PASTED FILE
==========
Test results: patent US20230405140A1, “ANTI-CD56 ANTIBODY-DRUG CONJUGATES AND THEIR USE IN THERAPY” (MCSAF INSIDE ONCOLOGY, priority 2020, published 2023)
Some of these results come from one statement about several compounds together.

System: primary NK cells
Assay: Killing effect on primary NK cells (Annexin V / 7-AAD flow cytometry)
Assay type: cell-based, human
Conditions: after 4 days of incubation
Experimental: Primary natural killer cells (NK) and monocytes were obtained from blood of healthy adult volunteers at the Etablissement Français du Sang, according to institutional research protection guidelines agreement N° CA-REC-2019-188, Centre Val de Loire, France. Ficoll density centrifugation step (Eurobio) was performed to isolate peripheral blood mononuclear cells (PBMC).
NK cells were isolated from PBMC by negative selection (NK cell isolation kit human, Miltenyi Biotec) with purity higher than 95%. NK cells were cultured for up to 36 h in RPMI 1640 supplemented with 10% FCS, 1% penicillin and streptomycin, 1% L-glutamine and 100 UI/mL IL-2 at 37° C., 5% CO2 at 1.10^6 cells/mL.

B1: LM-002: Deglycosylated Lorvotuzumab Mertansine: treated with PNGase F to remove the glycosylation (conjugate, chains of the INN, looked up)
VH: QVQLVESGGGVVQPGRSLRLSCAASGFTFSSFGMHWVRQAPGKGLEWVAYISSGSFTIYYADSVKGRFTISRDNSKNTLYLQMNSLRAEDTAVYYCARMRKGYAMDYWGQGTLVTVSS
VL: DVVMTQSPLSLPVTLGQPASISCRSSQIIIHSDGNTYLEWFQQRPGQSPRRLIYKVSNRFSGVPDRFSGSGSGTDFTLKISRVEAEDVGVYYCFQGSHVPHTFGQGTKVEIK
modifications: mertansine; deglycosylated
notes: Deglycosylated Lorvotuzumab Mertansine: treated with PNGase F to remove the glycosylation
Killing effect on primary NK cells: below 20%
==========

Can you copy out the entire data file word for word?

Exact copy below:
Test results: patent US20230405140A1, “ANTI-CD56 ANTIBODY-DRUG CONJUGATES AND THEIR USE IN THERAPY” (MCSAF INSIDE ONCOLOGY, priority 2020, published 2023)
Some of these results come from one statement about several compounds together.

System: primary NK cells
Assay: Killing effect on primary NK cells (Annexin V / 7-AAD flow cytometry)
Assay type: cell-based, human
Conditions: after 4 days of incubation
Experimental: Primary natural killer cells (NK) and monocytes were obtained from blood of healthy adult volunteers at the Etablissement Français du Sang, according to institutional research protection guidelines agreement N° CA-REC-2019-188, Centre Val de Loire, France. Ficoll density centrifugation step (Eurobio) was performed to isolate peripheral blood mononuclear cells (PBMC).
NK cells were isolated from PBMC by negative selection (NK cell isolation kit human, Miltenyi Biotec) with purity higher than 95%. NK cells were cultured for up to 36 h in RPMI 1640 supplemented with 10% FCS, 1% penicillin and streptomycin, 1% L-glutamine and 100 UI/mL IL-2 at 37° C., 5% CO2 at 1.10^6 cells/mL.

B1: LM-002: Deglycosylated Lorvotuzumab Mertansine: treated with PNGase F to remove the glycosylation (conjugate, chains of the INN, looked up)
VH: QVQLVESGGGVVQPGRSLRLSCAASGFTFSSFGMHWVRQAPGKGLEWVAYISSGSFTIYYADSVKGRFTISRDNSKNTLYLQMNSLRAEDTAVYYCARMRKGYAMDYWGQGTLVTVSS
VL: DVVMTQSPLSLPVTLGQPASISCRSSQIIIHSDGNTYLEWFQQRPGQSPRRLIYKVSNRFSGVPDRFSGSGSGTDFTLKISRVEAEDVGVYYCFQGSHVPHTFGQGTKVEIK
modifications: mertansine; deglycosylated
notes: Deglycosylated Lorvotuzumab Mertansine: treated with PNGase F to remove the glycosylation
Killing effect on primary NK cells: below 20%